When deciding if someone can work despite having severe physical or mental medical impairments, ordinarily the decision-maker should consider multiple sources of information, according to a new report from the National Academies of Sciences, Engineering and Medicine. Evidence from vocational testing, medical records and other sources may be necessary to adequately assess a person's ability to sustain productive work activity over time.
The Social Security Administration, called the SSA, sponsored the study in the context of the agency's responsibility to assess disability that prevents work for purposes of eligibility for federal disability benefit programs.
Inadequacy of vocational testing alone
An applicant for Social Security Disability Insurance or Supplemental Security Income, known respectively as SSDI and SSI, may be able to perform physical job activities (like standing, lifting or carrying) in a single test, but the results could tell quite a different story if the person were observed over the course of a week trying to perform the actions repeatedly or on a sustained basis.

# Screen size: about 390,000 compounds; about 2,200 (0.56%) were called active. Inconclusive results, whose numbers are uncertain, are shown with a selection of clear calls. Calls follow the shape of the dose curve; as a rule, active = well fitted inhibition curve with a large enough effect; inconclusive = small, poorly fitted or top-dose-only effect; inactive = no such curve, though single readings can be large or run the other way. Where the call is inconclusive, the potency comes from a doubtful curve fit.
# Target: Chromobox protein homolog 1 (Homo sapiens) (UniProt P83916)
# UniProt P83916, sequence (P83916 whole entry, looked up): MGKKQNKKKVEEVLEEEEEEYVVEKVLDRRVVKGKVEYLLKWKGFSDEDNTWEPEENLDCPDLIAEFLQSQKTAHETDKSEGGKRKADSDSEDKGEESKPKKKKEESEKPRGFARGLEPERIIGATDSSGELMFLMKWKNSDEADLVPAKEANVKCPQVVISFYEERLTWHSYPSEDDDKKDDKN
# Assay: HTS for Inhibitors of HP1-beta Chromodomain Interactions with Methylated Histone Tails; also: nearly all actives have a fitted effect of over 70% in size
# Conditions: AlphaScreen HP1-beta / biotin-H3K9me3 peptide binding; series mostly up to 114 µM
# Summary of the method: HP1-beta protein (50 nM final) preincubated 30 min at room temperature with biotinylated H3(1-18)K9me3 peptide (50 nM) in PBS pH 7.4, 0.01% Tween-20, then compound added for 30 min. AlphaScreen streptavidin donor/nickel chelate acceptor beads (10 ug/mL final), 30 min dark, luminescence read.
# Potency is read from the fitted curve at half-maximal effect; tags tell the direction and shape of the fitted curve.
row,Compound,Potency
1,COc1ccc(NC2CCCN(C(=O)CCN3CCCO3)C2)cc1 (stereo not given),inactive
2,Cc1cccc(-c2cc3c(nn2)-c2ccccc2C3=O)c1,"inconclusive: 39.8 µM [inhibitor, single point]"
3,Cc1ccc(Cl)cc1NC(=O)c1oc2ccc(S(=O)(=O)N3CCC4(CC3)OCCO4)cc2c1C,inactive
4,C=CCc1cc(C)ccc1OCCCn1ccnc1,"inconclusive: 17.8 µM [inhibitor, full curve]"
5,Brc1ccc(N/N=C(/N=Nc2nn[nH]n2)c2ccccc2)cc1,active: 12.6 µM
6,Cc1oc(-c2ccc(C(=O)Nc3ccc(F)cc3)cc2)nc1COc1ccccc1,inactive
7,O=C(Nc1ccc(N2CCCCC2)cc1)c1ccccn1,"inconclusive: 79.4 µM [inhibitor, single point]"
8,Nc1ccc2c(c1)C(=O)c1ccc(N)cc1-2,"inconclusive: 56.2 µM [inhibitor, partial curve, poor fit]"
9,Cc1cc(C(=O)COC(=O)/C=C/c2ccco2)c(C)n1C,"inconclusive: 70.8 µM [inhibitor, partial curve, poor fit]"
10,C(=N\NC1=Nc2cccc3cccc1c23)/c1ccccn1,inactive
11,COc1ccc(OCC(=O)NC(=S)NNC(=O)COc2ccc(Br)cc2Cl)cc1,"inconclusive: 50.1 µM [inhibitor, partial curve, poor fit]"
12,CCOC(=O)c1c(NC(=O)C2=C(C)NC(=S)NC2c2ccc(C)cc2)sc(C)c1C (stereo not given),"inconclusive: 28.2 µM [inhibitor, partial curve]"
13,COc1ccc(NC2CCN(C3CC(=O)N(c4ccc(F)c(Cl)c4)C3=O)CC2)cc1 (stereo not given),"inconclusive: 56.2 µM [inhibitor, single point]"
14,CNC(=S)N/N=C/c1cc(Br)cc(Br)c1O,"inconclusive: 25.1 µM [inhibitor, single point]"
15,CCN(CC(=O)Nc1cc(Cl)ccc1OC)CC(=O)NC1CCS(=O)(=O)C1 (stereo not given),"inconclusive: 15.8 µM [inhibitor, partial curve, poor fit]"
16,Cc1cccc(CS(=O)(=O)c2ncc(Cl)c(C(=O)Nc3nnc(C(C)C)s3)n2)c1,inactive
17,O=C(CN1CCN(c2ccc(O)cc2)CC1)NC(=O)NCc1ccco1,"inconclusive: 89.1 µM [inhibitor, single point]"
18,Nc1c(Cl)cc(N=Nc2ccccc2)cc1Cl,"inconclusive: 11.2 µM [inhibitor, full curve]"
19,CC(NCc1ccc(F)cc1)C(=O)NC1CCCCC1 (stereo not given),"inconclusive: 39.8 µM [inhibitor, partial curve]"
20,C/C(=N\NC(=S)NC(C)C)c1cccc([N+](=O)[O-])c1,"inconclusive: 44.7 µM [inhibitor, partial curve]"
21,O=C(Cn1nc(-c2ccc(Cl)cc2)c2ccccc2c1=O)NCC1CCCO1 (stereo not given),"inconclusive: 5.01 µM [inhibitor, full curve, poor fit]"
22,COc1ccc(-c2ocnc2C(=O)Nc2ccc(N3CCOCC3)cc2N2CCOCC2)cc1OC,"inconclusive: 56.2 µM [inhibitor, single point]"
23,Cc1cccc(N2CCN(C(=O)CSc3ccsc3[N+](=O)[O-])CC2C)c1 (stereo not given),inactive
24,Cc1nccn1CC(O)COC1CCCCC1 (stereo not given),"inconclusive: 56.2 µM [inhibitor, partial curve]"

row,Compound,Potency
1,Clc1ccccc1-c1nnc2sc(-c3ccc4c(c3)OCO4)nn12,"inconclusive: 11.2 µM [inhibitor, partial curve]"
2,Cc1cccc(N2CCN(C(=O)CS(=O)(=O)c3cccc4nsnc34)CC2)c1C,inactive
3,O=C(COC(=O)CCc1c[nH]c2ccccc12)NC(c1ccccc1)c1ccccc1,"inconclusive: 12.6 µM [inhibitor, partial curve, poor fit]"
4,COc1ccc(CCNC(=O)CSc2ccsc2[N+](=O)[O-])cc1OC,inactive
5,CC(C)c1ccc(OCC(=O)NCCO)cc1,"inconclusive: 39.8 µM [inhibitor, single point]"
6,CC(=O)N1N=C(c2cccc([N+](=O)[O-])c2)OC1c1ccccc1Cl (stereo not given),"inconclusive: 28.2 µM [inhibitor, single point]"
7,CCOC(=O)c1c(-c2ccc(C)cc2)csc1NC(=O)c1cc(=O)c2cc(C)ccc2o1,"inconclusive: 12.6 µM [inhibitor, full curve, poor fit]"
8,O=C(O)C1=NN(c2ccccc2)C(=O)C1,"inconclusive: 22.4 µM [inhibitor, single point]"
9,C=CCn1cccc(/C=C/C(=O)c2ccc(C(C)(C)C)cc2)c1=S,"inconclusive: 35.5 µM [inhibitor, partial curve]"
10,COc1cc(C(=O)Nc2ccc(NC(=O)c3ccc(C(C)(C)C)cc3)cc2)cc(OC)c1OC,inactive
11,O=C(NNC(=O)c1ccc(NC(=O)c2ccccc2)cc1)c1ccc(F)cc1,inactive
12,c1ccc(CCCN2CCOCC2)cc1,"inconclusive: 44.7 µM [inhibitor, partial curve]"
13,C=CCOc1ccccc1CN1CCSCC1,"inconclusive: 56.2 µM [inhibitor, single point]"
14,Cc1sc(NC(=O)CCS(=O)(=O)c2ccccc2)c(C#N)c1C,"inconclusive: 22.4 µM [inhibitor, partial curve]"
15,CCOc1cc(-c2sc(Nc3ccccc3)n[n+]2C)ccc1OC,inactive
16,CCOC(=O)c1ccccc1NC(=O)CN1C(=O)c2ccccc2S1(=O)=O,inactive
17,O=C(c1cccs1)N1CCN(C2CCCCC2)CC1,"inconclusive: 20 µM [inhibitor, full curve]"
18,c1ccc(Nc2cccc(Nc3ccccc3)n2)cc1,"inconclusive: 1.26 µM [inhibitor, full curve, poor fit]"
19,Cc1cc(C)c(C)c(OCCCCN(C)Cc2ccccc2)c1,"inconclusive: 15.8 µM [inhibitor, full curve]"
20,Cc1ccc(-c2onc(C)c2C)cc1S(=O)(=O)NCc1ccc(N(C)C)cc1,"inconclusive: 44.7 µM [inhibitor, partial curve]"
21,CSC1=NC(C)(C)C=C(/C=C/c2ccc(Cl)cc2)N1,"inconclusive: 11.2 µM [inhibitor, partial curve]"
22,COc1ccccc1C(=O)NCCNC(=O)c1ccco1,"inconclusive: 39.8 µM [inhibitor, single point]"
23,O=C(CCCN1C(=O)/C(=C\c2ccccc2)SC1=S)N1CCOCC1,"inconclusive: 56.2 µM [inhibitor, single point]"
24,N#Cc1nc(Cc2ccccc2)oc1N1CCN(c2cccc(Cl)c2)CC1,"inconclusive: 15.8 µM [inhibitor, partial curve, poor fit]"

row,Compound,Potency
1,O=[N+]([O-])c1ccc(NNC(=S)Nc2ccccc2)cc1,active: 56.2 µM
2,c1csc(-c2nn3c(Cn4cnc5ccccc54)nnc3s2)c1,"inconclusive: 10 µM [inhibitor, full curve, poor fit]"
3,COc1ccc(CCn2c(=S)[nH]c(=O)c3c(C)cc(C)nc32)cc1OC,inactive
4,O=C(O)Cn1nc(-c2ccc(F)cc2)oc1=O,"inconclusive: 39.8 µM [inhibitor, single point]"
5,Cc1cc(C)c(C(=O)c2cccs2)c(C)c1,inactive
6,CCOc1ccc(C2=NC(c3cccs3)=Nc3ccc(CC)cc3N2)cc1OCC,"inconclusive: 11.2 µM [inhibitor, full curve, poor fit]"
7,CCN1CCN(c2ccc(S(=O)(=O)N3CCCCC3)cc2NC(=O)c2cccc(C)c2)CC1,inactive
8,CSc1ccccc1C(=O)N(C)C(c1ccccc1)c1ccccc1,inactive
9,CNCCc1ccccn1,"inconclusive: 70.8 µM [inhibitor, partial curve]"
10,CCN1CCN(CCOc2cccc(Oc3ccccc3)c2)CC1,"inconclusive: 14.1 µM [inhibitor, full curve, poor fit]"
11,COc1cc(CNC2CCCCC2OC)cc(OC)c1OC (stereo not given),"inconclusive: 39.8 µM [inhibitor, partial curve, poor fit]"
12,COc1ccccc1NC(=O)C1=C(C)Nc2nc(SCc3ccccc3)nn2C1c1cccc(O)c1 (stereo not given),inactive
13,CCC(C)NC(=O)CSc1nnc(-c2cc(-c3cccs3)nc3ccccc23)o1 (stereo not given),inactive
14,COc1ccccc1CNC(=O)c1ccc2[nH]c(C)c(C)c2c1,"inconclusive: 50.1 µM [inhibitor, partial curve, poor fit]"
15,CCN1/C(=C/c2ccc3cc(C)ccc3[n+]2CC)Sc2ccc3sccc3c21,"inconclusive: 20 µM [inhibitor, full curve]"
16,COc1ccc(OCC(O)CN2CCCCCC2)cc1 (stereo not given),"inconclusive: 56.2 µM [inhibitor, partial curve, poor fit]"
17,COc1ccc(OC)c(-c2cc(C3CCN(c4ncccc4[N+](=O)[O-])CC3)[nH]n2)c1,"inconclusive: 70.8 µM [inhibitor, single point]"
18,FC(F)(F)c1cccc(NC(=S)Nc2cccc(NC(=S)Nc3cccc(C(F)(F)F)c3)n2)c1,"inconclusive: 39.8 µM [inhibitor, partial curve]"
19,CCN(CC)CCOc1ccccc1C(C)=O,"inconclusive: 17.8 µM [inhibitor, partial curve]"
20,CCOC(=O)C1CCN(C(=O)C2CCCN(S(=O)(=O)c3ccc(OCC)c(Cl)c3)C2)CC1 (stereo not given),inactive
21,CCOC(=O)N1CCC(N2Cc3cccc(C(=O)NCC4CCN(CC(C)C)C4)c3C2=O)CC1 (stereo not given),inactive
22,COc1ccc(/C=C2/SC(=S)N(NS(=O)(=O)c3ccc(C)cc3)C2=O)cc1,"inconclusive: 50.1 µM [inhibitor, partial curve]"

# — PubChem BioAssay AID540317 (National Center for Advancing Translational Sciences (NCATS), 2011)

In addition, other factors that could be present in the workplace or medical symptoms that may come and go that are not assessed in the vocational test setting must be accounted for. These include:
- Medication side effects like fatigue or nausea
- Workplace conditions like heat, cold, noise and others
- Symptoms from mental health problems such as trouble concentrating, racing thoughts or obsessive thinking
- Pressure to produce or perform quickly
- Disease progression
The report concludes that multiple assessments over time most accurately assess ability to work despite restrictions from medical impairments and other factors like age, education and vocational skills.
In cases where determining whether an SSDI claimant is disabled may be complex, it can be crucial to have an attorney at your side to assist with gathering all types of evidence to present the entire picture to the SSA of the work limitations the applicant faces.